Quote – I think

Quote - I think, therefore, I am.

Original Latin Quote

Cogito, ergo sum

— René Descartes

English Translation Of Quote

I think, therefore I am.

— René Descartes

Cogito Ergo Sum by Rene Descartes

Rene Descartes was renowned as a skeptic. He often doubted his own existence and believed that he was deluding himself.

However, Descartes did discover something that solidified his belief in himself: the phrase ‘I think, therefore I am’ (cogito ergo sum). This famous philosophical argument is attributed to Descartes and is widely known today.


Thinking is how we create concepts, solve problems, reason, and make decisions. Additionally, thinking helps us control our feelings and emotions by affecting our feelings.

When we think, it generates additional thoughts (ideas, images, sounds, or emotional feelings). These ideas and actions become connected in a chain of reasoning that creates further thoughts.

Thought is an active process used by animals and people to form psychological associations, model the world, and make decisions. It involves logical manipulation and is seen as a “calculating” function, constantly weighing odds and devising ways of improving things for betterment.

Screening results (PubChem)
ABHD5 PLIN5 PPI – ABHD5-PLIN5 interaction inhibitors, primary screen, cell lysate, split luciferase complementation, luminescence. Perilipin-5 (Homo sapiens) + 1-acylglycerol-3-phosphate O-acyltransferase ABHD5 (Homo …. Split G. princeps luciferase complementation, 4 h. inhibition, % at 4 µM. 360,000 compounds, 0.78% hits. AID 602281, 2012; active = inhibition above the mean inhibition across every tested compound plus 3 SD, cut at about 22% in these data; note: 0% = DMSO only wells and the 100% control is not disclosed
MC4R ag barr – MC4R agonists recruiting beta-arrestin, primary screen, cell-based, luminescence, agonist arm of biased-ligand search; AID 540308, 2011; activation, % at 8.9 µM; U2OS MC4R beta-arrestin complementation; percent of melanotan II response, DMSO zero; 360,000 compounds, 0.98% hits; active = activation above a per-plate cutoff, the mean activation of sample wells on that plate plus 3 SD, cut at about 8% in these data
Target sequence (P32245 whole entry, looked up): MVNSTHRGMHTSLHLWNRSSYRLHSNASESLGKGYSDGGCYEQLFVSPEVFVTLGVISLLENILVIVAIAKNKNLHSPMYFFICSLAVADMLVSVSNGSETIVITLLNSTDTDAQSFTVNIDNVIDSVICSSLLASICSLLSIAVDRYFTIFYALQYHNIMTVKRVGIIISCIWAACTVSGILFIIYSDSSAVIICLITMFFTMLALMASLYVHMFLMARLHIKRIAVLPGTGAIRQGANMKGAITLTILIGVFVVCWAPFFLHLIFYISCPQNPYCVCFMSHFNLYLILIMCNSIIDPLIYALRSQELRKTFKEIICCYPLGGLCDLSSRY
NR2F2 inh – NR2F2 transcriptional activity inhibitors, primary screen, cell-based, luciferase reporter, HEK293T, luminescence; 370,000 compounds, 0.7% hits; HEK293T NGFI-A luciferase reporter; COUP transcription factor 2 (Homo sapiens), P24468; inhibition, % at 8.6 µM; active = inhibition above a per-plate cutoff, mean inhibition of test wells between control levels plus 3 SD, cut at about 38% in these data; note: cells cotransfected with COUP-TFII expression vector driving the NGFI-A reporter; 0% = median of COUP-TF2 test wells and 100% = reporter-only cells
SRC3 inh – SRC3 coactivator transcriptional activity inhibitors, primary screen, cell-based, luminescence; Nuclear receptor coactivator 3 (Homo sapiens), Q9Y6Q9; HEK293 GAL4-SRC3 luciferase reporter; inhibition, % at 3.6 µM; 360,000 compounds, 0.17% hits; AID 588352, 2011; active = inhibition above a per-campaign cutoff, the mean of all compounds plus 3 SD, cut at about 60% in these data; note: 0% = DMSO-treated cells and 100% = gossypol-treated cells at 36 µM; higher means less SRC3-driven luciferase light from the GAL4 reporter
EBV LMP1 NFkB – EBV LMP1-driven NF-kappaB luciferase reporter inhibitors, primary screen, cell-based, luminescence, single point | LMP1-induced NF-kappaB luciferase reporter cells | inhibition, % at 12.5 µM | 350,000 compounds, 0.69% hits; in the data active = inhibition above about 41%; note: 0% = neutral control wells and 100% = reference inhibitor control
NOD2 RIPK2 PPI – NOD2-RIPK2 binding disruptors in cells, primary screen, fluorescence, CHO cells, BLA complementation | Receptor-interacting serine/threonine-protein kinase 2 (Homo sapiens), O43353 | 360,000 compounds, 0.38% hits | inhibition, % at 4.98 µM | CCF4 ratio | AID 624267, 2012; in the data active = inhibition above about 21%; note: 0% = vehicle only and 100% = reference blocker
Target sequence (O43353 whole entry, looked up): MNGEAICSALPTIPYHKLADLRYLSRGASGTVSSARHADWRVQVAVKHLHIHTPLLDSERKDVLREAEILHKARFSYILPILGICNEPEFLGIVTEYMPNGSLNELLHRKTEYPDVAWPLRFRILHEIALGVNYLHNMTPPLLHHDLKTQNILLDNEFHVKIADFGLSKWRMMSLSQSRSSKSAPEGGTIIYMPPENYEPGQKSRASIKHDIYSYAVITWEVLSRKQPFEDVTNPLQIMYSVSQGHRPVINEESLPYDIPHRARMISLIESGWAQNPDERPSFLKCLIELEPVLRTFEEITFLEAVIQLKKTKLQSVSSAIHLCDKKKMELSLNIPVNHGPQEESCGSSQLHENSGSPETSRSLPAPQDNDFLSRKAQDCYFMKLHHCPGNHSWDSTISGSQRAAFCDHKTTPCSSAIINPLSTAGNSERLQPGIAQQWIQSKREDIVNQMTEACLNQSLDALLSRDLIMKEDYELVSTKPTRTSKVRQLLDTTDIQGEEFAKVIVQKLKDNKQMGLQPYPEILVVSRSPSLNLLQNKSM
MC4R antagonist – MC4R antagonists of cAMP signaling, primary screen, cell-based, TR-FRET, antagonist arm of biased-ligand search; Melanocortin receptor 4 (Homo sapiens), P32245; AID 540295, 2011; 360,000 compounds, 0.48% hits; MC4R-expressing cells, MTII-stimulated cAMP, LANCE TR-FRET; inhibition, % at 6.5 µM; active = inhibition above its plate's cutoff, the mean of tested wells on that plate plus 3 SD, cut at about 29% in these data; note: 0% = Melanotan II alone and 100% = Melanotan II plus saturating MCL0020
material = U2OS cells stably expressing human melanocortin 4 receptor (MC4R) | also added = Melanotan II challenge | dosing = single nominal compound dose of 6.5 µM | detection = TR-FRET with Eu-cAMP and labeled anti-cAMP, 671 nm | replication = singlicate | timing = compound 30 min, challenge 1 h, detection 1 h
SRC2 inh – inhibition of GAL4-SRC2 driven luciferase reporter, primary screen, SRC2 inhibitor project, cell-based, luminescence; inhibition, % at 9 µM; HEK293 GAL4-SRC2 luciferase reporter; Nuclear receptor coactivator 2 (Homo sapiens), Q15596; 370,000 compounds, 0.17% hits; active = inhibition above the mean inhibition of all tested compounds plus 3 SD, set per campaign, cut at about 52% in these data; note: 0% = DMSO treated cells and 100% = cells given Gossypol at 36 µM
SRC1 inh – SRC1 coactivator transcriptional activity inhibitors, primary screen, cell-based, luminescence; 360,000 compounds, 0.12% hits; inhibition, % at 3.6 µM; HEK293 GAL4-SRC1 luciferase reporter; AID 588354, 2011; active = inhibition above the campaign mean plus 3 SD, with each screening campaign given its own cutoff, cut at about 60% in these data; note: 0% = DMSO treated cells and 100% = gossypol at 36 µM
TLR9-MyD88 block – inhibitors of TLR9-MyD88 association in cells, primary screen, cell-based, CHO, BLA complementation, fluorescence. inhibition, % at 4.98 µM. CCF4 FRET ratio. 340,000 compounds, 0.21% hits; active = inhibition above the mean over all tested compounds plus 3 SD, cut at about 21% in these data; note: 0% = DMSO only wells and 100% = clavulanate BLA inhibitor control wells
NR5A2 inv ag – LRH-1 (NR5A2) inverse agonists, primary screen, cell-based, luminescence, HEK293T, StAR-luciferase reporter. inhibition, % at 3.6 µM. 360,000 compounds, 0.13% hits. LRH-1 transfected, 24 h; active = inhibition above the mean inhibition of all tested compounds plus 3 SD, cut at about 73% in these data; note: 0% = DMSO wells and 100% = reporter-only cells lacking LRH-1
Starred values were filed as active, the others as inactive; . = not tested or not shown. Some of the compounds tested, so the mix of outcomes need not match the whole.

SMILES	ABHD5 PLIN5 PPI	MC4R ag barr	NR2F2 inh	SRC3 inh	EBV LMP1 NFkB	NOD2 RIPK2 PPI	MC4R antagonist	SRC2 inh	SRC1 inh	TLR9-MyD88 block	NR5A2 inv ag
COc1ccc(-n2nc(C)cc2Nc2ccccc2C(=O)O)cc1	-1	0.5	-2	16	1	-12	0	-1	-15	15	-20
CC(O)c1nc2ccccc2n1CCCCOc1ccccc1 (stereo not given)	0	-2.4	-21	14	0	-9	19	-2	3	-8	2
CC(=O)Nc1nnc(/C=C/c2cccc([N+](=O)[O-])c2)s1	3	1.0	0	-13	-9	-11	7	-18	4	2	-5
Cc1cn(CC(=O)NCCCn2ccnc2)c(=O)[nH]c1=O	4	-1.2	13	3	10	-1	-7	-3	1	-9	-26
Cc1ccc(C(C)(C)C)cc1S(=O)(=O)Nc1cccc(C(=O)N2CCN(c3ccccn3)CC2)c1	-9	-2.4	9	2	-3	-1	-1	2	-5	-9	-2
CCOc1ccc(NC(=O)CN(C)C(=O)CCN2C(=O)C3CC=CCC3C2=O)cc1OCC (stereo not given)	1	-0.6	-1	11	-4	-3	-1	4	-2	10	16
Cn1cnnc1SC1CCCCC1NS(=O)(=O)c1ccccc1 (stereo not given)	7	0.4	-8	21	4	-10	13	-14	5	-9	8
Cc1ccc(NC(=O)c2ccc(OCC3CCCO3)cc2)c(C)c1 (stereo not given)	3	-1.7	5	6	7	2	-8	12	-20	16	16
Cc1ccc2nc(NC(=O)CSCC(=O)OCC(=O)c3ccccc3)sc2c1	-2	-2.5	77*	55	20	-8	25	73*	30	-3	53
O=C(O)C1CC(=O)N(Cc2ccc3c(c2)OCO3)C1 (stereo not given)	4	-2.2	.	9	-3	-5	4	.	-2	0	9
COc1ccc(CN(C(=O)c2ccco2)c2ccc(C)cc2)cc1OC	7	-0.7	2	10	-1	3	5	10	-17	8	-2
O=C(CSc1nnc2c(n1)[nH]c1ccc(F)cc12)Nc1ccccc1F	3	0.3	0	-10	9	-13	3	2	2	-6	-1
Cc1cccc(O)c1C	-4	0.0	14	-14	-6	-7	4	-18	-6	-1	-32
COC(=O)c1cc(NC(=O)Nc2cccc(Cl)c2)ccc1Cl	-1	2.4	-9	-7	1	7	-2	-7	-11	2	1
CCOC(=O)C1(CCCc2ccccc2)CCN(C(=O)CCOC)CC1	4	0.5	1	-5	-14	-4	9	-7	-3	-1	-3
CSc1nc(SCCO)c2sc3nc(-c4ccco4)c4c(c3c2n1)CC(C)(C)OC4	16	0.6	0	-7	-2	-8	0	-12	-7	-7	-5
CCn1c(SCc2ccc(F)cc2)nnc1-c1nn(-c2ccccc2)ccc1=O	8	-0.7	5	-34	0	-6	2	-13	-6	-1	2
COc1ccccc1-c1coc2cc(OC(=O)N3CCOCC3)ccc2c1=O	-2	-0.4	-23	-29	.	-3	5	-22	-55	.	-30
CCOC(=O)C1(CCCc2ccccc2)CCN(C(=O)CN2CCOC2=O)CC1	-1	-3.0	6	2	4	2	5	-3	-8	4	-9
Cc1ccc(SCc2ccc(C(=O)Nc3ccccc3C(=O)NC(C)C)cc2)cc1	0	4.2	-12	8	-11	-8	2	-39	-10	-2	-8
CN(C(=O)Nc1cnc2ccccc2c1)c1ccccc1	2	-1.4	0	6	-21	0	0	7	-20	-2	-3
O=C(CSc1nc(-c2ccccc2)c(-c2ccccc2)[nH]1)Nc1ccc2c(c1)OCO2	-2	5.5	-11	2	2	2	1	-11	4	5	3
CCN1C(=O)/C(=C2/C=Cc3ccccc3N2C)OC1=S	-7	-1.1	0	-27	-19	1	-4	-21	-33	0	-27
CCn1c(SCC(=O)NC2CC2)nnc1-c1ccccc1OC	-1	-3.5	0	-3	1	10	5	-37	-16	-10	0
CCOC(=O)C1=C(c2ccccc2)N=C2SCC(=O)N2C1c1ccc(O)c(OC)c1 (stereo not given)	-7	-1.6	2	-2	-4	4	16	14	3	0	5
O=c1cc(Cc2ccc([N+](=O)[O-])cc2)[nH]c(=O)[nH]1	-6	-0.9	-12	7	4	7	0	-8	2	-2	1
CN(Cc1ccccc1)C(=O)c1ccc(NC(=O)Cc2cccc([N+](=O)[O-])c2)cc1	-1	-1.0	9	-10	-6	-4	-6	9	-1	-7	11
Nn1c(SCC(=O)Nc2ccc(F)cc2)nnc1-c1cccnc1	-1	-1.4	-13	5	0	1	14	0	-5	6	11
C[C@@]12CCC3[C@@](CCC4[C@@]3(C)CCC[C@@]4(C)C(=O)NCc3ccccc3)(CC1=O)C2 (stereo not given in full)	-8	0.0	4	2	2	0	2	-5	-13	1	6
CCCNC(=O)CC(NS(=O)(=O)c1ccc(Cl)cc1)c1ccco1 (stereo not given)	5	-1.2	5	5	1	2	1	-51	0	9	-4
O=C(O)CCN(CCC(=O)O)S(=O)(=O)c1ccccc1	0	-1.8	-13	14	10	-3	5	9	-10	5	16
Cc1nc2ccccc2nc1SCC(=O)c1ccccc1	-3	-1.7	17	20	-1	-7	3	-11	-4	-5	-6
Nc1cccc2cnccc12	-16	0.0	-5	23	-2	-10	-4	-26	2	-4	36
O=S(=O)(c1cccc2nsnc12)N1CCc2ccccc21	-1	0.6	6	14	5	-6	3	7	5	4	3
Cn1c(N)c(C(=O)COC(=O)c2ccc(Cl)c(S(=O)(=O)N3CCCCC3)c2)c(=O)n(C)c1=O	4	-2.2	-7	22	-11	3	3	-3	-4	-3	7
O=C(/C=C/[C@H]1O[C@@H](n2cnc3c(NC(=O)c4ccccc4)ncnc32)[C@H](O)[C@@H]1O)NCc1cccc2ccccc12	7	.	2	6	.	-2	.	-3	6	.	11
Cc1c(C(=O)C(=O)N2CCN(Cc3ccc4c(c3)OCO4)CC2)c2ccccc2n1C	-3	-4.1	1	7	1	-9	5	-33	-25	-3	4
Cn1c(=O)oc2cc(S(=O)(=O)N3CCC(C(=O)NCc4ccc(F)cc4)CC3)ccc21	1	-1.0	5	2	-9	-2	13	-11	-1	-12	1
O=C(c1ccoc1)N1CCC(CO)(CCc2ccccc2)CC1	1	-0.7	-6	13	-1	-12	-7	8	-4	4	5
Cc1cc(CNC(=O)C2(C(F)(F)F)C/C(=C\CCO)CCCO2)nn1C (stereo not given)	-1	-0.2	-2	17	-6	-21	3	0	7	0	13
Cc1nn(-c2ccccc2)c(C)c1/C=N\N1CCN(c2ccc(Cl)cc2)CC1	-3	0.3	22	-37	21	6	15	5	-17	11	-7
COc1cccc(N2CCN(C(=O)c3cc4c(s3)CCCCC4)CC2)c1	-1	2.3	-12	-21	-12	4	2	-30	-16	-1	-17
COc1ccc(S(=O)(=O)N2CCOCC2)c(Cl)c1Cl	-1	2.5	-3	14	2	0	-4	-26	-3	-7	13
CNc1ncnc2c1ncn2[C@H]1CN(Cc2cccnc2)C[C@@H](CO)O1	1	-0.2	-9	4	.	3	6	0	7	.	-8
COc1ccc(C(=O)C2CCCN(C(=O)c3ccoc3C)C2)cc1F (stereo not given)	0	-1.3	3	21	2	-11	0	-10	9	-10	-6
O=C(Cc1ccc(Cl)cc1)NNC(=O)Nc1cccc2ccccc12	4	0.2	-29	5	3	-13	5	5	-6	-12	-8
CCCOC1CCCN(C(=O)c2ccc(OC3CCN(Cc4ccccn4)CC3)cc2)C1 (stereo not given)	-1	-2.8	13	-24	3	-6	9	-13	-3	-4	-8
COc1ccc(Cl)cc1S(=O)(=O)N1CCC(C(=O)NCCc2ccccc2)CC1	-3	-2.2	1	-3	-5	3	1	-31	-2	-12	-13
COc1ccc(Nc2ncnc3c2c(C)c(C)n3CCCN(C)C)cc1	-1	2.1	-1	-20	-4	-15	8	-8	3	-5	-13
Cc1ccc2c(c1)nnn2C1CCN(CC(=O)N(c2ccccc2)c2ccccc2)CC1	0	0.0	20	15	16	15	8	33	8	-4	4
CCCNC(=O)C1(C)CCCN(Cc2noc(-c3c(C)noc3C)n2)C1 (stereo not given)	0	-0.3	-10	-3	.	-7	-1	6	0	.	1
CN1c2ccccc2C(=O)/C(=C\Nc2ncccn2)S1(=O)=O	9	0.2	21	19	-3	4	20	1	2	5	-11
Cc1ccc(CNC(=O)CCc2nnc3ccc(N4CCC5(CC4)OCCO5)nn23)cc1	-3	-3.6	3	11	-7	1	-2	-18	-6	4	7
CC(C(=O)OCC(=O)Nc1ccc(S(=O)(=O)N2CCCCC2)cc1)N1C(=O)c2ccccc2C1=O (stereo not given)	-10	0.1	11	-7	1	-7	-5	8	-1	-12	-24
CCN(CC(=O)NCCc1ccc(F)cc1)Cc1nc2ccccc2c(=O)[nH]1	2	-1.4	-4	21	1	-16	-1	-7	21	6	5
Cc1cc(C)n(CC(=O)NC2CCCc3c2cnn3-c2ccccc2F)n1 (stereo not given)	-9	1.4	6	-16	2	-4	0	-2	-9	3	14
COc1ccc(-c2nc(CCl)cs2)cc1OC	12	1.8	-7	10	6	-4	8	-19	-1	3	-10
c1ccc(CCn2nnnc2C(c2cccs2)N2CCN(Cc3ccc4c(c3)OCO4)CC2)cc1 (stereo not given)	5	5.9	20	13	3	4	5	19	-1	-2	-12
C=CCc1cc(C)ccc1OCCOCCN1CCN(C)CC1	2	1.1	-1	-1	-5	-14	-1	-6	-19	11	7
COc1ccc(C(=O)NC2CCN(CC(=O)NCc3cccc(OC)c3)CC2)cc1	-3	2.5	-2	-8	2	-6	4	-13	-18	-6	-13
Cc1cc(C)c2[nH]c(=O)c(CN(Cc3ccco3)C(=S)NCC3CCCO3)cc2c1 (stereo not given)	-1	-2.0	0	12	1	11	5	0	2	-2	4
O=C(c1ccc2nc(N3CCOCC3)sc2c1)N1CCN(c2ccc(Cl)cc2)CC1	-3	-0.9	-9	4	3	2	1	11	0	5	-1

Each person’s approach to thinking is unique. Some are more analytical, while others draw from intuition. Scientists and philosophers tend to be “systems thinkers,” preferring to view the world in stark black-and-white and disliking any fuzziness.

It is essential to recognize that thinking is a developmental process and can be affected by various factors. These include past experience, received dogmas, the stirring of self-interest, mental laziness, social environment, biases, and false expectations.

Furthermore, thinking is highly susceptible to errors and disturbances, making it a delicate and fragile process. Many factors can influence it negatively – leading to indecision, confusion, and belief in false or irrational beliefs.

However, thinking can also be extremely helpful and beneficial. For instance, when we’re uncertain what to do, we can try to recall our instincts or ask questions to gain more knowledge.

As we age, our minds become more sophisticated in thinking and feeling. While some individuals possess an innate preference for one over the other, others must learn how to cultivate both simultaneously.

Thinking is an intricate process that takes years to master. That is why a reliable support system such as family or a psychotherapist is crucial. Furthermore, communicating effectively with those with different preferences allows you to work together on solving problems together.

Rene Descartes

At a time of skepticism, Rene Descartes experienced a series of dreams or visions that inspired him to reform natural philosophy and physics. This led to the production of works which would cement his place as one of history’s greatest philosophers.

His work established that all human knowledge could be acquired through scientific methods and that perfect certainty was possible. This groundbreaking assertion marked a major advancement in combatting skepticism, setting the stage for modern philosophy’s growth and development.

To achieve this goal, he devised a strategy for applying sound mathematical methods across all areas of knowledge. Particularly, he sought to dispel skepticism by devising an efficient path toward deductive reasoning.